- 1:55 PM
59e

Protein Aggregation in P-T Space

Theodore W. Randolph1, Matthew Seefeldt1, John F. Carpenter1, and Yongsung Kim2. (1) Department of Chemical and Biological Engineering, Center for Pharmaceutical Biotechnology, University of Colorado, ECCH 111, Campus Box 424, Boulder, CO 80309, (2) Dept Mol Sci & Technol, Ajou University, 5,Woncheon Dong, Suwon 443-749, South Korea

Purpose High hydrostatic pressures (1-4kbar) reverse or foster protein aggregation. Recombinant human interleukin-1 receptor antagonist (IL-1ra) was used as a pharmaceutically relevant, recombinant protein to study the effects of pressure on protein aggregation. The purpose of this research was to investigate the thermodynamics of pressure-modulated structural changes on native and aggregated IL-1ra, with application to pressure-modulated aggregate refolding and pressure-accelerated formulation studies.

Methods Purified monomer was provided by Amgen Corporation and used as received. Pressure-induced, disulfide crosslinked aggregates of IL-1ra were formed in oxidizing buffer as a function of pressure by unfolding IL1-ra and and exposing interior free cysteines. Aggregates were also formed by temperature treatment by incubating for 40 minutes at 55oC. For refolding, the aggregates were suspended in reducing buffer and pressure treated at 0.001, 1.5 and 2.5 kbar bar at 31oC for 15 hours. Refolding yields were determined by size exclusion (HPLC-SEC) chromatography, activity assays, and extinction coefficients. Density and infrared spectroscopic studies were also conducted.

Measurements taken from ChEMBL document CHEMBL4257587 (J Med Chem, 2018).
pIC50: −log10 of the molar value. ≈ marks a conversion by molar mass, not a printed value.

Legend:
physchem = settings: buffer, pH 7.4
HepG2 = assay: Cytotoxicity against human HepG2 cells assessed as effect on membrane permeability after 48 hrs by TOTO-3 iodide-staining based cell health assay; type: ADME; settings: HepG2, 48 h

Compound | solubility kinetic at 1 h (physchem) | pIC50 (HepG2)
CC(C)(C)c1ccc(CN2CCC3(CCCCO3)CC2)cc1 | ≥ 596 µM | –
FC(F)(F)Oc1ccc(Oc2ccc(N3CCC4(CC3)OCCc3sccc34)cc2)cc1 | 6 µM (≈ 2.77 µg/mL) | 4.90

Results Temperature-induced aggregates of IL-1ra refolded at 59% yields after pressure treatment at 1.5 kbar. In contrast, if pressure treatment of 2.5 kbar was used, refolding from theramally-induced aggregates did not occur. Temperature-induced aggregates of IL-1ra are less dense than native IL-1ra, with specific volumes of 0.761 ml/g vs. 0.752 ml/g respectively. Partial specific adiabatic compressibility measurements suggest differences in the number of solvent-free cavities within aggregated and native forms of IL-1ra. Pressurization of native, monomeric IL1-ra to 1.5 kbar results in a minor loss of native secondary structure. However, pressures of 2.5 kbar denature IL-1ra, and result in formation of aggregates.

Conclusions Pressure is a practical tool for modulating aggregate structure. Moderate pressure treatment (1-2kbar) can be used to dissociate and refold protein aggregates in conditions that maintain native protein structure. In comparison, traditional chaotrope refolding requires denaturation prior to refolding. We conclude that pressure thermodynamically drives refolding since aggregates are typically less dense than native proteins, due to packing defects. Sufficiently high pressures (2-4kbar) can be used to partially denature native proteins. In these conditions, pressure treatment can foster and accelerate protein aggregation. Elevated temperatures are currently used to accelerate protein aggregation to predict protein formulation conditions. We propose that pressure can be used as an orthogonal tool to conduct accelerated formulation studies.